What didn't you like? 
Thinking about where the outdoor cats spend the cold Poland winters. I suppose the hardy ones I saw are the ones who have survived thus's such a tough world we live in, not that some of us humans would know. 

What was your favorite experience? 
Of the Habitat build, probably the opening night barbecue at which the Barka community hosted us and we shared life stories and grilled kielbasa over the fire and learned about this inspiring organization's work (previously discussed here). Of Poland, it's hard to say, partly because it's weird to call Auschwitz my "favorite," but that was definitely a hugely meaningful life experience, visiting there.

Did you have any problems traveling in Poland? 
Hmmm... I'd say no. There were a few OK-let's-figure-this-out moments when initially using Warsaw's train transport, or buying bus tickets in broken-Polish-broken-English conversations, that kind of thing, but I found traveling in Poland to be really smooth and great.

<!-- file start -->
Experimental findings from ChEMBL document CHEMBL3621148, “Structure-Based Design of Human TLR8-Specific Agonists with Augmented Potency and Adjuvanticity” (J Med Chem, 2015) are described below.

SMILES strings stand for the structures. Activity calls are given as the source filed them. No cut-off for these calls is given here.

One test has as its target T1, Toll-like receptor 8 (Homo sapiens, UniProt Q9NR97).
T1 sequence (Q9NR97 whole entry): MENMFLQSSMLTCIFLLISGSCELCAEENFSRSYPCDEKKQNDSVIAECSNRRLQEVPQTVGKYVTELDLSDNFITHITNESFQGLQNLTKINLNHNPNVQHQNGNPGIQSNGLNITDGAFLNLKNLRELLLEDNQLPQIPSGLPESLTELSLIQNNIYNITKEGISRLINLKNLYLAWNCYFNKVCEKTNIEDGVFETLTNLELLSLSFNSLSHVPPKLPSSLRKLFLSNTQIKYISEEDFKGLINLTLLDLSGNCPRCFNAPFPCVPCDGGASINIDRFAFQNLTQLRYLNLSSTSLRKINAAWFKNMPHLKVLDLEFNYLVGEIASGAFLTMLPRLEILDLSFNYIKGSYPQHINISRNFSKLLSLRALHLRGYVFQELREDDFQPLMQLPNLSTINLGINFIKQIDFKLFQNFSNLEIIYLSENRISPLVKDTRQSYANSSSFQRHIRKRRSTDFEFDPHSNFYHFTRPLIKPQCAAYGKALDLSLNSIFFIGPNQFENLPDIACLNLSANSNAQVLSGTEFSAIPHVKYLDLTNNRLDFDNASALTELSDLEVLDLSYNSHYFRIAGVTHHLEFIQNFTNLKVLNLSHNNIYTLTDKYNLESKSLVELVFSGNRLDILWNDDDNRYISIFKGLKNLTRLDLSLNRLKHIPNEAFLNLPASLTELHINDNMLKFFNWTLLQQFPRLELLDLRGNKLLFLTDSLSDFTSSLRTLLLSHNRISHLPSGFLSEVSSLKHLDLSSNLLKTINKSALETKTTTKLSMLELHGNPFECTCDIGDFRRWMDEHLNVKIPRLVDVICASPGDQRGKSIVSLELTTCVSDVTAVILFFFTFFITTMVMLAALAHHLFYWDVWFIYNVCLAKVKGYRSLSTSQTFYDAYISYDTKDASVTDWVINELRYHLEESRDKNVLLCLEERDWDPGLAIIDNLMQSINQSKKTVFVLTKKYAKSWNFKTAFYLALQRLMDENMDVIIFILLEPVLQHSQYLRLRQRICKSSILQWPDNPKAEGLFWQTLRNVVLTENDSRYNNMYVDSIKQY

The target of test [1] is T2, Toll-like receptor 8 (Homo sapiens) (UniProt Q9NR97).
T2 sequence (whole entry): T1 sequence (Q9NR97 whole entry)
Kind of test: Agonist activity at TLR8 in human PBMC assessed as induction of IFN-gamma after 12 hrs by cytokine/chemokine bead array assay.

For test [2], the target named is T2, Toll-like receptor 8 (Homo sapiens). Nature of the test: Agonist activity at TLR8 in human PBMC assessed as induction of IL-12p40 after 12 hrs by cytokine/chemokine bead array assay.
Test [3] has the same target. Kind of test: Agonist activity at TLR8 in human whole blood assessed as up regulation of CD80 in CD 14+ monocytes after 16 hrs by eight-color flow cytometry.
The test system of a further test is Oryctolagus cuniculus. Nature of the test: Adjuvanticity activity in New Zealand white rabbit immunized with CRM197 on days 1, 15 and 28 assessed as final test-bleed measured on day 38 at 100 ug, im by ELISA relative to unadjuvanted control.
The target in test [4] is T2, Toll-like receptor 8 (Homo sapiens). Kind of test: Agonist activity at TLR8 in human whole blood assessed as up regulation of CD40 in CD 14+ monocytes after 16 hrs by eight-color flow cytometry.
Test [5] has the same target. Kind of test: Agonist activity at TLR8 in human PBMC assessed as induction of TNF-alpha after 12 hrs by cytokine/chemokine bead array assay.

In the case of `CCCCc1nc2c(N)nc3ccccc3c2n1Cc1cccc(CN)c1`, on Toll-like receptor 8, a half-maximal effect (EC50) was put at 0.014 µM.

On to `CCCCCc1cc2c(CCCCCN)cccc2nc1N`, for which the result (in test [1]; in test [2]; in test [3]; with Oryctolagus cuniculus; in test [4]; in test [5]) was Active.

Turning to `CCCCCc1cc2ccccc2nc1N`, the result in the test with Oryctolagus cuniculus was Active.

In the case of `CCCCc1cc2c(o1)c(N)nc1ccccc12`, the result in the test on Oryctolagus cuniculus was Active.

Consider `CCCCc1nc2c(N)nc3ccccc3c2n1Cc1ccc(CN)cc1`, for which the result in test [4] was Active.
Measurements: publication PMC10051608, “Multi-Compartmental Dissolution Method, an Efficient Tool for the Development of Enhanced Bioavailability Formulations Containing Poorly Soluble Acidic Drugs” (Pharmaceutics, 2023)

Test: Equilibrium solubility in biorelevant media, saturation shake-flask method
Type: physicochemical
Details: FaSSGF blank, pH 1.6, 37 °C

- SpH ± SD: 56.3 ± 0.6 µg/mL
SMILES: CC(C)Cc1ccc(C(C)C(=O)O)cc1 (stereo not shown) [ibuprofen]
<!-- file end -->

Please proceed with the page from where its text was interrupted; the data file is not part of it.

What other countries did you visit and how does Poland compare?
On this trip, I just did a day in Berlin on the way and then a layover at Heathrow on the way out. I suppose we could discuss the needless complexities of Heathrow here, but let's leave that for another day! Comparing Poland to the other three countries where I've done Habitat builds, let's see... Poland is obviously less hot-and-steamy than Honduras and Cambodia, and less remote than Tajikistan. Unlike Honduras (and, to some extent, Cambodia), you aren't bombarded with what seems like wall-to-wall poverty and devastation at every turn. Poland and Cambodia have both been the site of recent genocides, and it is sobering to visit the sites and grapple with that history. Poland and Tajikistan are both relatively recently de-occupied by Russia/Soviets, and it's interesting to discuss that, although we were much more able to discuss that in Poland, for language reasons.

What image did you have of Poland before traveling there, and how did your image change?